• MutationsA mismatching of base pairs, can occur at a rate of 1 per 10,000 bases.DNA polymerase proofreads and repairs accidental mismatched pairs.Chances of a mutation occurring at any one gene is over 1 in 100,000Because the human genome is so large, even at this rate, mutations add up. Each of us probably inherited 3-4 mutations!

  • Proofreading and Repairing DNADNA polymerases proofread newly made DNA, replacing any incorrect nucleotidesIn mismatch repair of DNA, repair enzymes correct errors in base pairingIn nucleotide excision DNA repair nucleases cut out and replace damaged stretches of DNA

  • Accuracy of DNA ReplicationThe chromosome of E. coli bacteria contains about 5 million bases pairsCapable of copying this DNA in less than an hourThe 46 chromosomes of a human cell contain about 6 BILLION base pairs of DNA!!Printed one letter (A,C,T,G) at a timewould fill up over 900 volumes of Campbell.Takes a cell a few hours to copy this DNAWith amazing accuracy an average of 1 per billion nucleotides

  • The Central Dogma of Life.

  • Protein SynthesisThe information content of DNA is in the form of specific sequences of nucleotides along the DNA strandsThe DNA inherited by an organism leads to specific traits by dictating the synthesis of proteinsThe process by which DNA directs protein synthesis, gene expression includes two stages, called transcription and translation

  • Transcription and TranslationCells are governed by a cellular chain of commandDNA RNA proteinTranscriptionIs the synthesis of RNA under the direction of DNAProduces messenger RNA (mRNA)TranslationIs the actual synthesis of a polypeptide, which occurs under the direction of mRNAOccurs on ribosomes

  • Transcription and TranslationIn prokaryotes transcription and translation occur together

    Figure 17.3a

  • Transcription and TranslationIn a eukaryotic cell the nuclear envelope separates transcription from translationExtensive RNA processing occurs in the nucleus

  • TranscriptionTranscription is the DNA-directed synthesis of RNARNA synthesisIs catalyzed by RNA polymerase, which pries the DNA strands apart and hooks together the RNA nucleotidesFollows the same base-pairing rules as DNA, except that in RNA, uracil substitutes for thymine

  • RNATable 17.1RNA is single stranded, not double stranded like DNARNA is short, only 1 gene long, where DNA is very long and contains many genesRNA uses the sugar ribose instead of deoxyribose in DNARNA uses the base uracil (U) instead of thymine (T) in DNA.

  • Synthesis of an RNA TranscriptThe stages of transcription areInitiationElongationTermination

  • Promoters signal the initiation of RNA synthesisTranscription factors help eukaryotic RNA polymerase recognize promoter sequencesA crucial promoter DNA sequence is called a TATA box.

    Synthesis of an RNA Transcript - Initiation

  • Synthesis of an RNA Transcript - ElongationRNA polymerase synthesizes a single strand of RNA against the DNA template strand (anti-sense strand), adding nucleotides to the 3 end of the RNA chainAs RNA polymerase moves along the DNA it continues to untwist the double helix, exposing about 10 to 20 DNA bases at a time for pairing with RNA nucleotides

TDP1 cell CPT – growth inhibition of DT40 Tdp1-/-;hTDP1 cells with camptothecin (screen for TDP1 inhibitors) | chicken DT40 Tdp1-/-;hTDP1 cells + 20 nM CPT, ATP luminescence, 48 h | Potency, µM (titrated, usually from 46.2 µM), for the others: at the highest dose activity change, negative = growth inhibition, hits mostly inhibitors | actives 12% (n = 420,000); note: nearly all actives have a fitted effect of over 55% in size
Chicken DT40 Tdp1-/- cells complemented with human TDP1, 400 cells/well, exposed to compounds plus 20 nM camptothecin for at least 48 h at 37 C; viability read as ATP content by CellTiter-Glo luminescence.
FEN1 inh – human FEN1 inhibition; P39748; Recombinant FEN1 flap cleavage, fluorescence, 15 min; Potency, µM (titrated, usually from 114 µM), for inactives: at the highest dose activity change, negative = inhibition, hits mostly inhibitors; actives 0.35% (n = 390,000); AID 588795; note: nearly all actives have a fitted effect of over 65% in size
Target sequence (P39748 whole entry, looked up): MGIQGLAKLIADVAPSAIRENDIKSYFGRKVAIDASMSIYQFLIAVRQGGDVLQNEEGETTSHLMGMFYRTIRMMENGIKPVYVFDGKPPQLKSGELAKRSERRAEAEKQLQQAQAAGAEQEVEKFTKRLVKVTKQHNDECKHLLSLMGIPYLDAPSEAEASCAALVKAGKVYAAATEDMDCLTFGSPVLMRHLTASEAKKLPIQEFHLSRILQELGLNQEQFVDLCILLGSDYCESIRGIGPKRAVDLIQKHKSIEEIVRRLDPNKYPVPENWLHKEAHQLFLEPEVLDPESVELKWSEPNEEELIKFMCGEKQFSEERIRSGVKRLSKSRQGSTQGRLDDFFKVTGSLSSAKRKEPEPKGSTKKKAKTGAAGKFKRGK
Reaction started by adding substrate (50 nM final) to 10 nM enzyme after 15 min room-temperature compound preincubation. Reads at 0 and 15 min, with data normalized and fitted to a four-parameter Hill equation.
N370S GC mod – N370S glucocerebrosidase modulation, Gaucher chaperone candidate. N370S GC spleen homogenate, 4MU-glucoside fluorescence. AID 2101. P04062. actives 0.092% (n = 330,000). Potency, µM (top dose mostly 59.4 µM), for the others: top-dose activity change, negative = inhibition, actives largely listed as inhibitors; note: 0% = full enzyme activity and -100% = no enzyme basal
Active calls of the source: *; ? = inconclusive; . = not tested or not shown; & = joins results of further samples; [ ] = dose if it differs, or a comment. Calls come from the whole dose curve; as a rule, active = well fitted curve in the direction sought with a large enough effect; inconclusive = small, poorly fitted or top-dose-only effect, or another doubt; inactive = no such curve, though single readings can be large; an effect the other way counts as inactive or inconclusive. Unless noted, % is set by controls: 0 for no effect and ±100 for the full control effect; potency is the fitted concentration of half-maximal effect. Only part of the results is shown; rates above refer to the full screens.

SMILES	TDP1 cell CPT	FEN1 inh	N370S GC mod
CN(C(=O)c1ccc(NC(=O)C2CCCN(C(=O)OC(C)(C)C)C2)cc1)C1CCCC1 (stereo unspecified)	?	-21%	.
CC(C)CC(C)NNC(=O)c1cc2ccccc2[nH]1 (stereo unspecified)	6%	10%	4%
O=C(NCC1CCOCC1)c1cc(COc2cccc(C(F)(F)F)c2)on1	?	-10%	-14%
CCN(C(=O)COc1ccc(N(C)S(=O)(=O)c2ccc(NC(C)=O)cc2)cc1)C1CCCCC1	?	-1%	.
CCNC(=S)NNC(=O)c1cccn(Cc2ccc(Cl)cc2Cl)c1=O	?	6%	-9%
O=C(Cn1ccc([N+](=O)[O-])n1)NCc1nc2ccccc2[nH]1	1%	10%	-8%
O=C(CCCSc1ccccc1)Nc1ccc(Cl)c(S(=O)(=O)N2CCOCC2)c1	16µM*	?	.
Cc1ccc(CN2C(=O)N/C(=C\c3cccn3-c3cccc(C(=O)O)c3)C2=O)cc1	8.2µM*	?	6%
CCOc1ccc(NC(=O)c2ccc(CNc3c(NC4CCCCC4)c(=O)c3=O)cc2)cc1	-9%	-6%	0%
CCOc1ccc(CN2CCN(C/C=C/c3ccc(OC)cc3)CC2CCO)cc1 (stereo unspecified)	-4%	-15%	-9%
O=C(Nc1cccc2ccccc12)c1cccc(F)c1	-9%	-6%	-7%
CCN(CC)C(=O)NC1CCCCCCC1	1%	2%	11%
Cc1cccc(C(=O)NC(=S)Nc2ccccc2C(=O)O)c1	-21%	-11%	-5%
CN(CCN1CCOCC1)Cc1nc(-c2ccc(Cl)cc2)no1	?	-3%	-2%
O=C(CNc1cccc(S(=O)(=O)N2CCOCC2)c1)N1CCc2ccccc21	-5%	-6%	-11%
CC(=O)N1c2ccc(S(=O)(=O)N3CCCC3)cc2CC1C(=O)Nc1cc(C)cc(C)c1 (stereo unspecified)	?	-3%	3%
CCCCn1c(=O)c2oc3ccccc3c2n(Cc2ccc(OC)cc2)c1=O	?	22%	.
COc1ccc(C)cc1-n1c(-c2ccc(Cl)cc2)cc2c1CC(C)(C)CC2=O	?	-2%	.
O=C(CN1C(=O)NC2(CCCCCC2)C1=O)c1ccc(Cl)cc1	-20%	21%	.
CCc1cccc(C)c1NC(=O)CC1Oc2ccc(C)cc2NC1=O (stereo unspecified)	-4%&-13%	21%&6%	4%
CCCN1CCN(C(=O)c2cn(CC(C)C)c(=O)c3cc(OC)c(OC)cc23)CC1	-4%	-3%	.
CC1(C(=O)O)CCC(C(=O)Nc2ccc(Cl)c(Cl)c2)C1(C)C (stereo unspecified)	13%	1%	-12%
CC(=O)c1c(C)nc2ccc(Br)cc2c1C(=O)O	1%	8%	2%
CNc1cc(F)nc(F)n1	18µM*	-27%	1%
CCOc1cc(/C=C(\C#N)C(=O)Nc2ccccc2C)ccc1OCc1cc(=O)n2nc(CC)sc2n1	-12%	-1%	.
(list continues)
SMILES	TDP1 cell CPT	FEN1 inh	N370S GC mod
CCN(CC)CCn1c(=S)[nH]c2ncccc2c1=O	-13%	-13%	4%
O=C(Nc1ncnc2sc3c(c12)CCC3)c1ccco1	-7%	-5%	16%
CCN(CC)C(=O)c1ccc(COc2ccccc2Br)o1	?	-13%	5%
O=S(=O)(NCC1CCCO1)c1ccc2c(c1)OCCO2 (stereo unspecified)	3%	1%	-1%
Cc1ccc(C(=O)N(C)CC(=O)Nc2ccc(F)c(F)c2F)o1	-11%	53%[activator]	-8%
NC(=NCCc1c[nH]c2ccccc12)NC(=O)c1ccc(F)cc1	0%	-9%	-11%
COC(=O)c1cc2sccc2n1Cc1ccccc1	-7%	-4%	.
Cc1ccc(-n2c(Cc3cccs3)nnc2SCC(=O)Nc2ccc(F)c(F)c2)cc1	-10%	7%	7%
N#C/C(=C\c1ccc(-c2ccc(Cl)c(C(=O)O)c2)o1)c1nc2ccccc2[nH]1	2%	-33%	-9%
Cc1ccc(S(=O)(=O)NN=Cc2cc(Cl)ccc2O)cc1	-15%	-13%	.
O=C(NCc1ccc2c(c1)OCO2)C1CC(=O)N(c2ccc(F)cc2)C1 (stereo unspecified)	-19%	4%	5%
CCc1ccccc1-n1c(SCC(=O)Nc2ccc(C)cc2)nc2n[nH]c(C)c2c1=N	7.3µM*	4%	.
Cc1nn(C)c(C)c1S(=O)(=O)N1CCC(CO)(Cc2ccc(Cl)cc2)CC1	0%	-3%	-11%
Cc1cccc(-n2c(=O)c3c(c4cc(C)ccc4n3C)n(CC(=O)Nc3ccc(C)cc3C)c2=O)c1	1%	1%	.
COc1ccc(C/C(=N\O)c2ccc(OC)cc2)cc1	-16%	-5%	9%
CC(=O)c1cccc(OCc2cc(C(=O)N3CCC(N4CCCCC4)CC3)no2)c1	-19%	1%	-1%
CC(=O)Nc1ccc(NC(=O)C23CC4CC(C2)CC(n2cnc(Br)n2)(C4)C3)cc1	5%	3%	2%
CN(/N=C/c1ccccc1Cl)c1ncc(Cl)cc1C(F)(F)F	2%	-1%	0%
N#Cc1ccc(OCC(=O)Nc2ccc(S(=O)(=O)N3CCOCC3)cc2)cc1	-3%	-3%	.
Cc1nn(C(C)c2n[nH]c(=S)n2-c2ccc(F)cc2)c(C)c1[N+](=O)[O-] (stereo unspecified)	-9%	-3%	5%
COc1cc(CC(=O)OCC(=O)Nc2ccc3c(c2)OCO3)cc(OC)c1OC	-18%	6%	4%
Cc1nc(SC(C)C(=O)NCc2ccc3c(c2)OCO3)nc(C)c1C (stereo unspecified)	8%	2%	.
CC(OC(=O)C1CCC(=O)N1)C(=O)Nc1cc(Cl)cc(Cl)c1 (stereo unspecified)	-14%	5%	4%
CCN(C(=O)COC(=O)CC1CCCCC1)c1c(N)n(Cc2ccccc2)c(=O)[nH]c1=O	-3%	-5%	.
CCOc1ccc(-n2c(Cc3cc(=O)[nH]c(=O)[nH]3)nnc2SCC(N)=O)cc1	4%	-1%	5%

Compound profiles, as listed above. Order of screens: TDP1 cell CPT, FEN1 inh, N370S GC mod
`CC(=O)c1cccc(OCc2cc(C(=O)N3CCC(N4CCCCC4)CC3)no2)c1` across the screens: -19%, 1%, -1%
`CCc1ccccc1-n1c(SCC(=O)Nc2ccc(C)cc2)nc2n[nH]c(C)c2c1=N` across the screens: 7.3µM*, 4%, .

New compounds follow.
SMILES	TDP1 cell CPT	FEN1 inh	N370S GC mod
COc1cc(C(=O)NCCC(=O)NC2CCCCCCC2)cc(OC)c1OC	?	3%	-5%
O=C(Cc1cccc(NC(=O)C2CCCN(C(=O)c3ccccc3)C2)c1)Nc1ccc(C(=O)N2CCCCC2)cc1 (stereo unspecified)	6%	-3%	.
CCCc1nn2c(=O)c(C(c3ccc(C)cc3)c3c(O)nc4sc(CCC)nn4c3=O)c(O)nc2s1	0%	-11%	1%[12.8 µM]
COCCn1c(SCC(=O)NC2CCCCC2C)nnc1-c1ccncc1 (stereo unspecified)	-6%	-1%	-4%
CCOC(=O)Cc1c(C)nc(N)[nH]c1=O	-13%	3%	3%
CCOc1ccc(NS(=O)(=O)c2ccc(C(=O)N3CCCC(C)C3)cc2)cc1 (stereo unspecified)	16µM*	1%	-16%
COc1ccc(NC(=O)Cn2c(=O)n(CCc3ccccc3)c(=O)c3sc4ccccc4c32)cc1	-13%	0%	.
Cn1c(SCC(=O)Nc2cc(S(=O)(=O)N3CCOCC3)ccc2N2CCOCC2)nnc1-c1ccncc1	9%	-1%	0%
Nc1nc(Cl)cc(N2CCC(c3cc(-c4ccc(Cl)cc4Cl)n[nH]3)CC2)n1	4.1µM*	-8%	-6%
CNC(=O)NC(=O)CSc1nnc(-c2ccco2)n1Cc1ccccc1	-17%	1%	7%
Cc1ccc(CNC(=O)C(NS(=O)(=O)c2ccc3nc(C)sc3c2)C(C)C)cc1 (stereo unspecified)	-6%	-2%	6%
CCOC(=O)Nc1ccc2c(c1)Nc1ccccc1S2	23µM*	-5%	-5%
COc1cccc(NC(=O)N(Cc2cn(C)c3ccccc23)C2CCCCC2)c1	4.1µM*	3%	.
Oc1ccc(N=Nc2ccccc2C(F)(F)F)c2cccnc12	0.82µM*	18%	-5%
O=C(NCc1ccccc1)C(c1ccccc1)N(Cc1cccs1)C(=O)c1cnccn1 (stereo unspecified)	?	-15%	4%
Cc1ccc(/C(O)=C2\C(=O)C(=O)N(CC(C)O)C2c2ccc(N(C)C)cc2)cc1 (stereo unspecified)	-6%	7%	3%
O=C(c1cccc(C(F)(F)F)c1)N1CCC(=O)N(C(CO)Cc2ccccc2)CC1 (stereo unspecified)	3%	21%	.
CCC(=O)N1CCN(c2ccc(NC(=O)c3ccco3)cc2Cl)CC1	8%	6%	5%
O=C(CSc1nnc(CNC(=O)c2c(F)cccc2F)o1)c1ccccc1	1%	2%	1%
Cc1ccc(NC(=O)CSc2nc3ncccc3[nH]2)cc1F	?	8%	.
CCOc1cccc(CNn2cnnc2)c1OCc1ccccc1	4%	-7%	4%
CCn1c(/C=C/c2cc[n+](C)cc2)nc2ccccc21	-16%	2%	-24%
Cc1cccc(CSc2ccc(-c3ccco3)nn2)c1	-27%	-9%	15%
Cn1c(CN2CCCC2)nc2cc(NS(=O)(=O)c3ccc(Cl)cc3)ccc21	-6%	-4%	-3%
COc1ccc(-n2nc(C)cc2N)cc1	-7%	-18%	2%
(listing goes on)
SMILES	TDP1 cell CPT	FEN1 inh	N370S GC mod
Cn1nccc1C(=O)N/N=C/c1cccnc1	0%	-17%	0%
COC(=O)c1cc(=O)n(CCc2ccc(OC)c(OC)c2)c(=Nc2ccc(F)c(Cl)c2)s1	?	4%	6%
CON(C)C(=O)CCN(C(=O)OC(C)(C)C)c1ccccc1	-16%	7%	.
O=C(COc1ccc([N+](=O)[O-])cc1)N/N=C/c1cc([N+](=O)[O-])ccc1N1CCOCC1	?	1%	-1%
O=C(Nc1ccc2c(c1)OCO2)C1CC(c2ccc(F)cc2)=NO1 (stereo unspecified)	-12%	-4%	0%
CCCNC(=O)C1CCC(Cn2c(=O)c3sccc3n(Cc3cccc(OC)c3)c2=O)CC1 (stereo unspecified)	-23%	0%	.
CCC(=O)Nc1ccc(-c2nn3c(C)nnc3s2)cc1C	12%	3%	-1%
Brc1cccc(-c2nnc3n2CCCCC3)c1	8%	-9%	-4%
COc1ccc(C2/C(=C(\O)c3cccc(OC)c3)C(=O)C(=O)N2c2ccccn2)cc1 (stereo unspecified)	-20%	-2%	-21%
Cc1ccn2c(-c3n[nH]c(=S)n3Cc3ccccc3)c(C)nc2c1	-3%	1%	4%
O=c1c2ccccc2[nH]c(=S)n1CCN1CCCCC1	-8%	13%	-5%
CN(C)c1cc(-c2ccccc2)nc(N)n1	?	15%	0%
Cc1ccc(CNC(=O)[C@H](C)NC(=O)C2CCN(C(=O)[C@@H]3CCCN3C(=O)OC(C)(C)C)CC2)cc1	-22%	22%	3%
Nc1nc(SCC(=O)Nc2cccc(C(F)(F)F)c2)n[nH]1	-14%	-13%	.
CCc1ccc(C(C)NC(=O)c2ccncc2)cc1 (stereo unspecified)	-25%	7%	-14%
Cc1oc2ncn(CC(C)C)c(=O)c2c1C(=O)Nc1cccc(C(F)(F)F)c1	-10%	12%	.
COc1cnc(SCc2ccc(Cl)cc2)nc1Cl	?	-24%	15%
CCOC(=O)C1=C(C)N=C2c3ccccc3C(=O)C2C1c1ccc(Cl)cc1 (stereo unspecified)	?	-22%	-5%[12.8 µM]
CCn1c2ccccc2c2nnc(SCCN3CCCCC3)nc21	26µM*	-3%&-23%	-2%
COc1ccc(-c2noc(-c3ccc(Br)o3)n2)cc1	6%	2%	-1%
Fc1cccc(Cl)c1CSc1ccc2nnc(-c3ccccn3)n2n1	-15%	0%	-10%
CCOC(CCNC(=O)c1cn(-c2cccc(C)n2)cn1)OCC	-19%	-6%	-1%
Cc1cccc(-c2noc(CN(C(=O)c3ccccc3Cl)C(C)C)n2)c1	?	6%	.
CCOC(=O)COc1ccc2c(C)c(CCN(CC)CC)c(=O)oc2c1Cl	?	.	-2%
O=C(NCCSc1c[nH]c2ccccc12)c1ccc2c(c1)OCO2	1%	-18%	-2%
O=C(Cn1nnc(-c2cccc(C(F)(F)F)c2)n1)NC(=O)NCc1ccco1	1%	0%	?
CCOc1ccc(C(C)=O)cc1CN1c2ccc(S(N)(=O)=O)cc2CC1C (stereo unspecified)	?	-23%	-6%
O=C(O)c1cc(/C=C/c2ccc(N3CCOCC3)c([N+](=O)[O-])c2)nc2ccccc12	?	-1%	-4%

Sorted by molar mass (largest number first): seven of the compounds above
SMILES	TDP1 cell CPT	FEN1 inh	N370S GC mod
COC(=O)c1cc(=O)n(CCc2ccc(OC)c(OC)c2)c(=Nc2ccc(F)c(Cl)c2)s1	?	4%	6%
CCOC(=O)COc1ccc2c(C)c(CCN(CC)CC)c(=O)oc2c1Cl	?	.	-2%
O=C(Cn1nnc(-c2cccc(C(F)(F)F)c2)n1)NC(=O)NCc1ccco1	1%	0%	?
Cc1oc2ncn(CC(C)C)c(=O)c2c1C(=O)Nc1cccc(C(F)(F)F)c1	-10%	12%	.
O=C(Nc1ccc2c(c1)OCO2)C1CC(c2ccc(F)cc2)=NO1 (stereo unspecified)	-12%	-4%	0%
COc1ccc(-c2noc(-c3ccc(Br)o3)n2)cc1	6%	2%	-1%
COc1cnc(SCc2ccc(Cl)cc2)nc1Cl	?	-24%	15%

• Specific sequences in the DNA signal termination of transcriptionWhen one of these is encountered by the polymerase, the RNA transcript is released from the DNA and the double helix can zip up again.

    Synthesis of an RNA Transcript - Termination

  • Transcription Overview


  • Most eukaryotic mRNAs arent ready to be translated into protein directly after being transcribed from DNA. mRNA requires processing.

    Transcription of RNA processing occur in the nucleus. After this, the messenger RNA moves to the cytoplasm for translation.

    The cell adds a protective cap to one end, and a tail of As to the other end. These both function to protect the RNA from enzymes that would degrade

    Most of the genome consists of non-coding regions called introns

    Non-coding regions may have specific chromosomal functions or have regulatory purposes

    Introns also allow for alternative RNA splicing

    Thus, an RNA copy of a gene is converted into messenger RNA by doing 2 things:

    Add protective bases to the ends

    Cut out the introns

    Post Termination RNA Processing


  • Alteration of mRNA EndsEach end of a pre-mRNA molecule is modified in a particular wayThe 5 end receives a modified nucleotide capThe 3 end gets a poly-A tail

  • RNA Processing - SplicingThe original transcript from the DNA is called pre-mRNA.

    It contains transcripts of both introns and exons.

    The introns are removed by a process called splicing to produce messenger RNA (mRNA)


  • RNA Processing - SplicingRibozymes are catalytic RNA molecules that function as enzymes and can splice RNARNA splicing removes introns and joins exons

    Figure 17.10

  • RNA ProcessingRNA Splicing can also be carried out by spliceosomes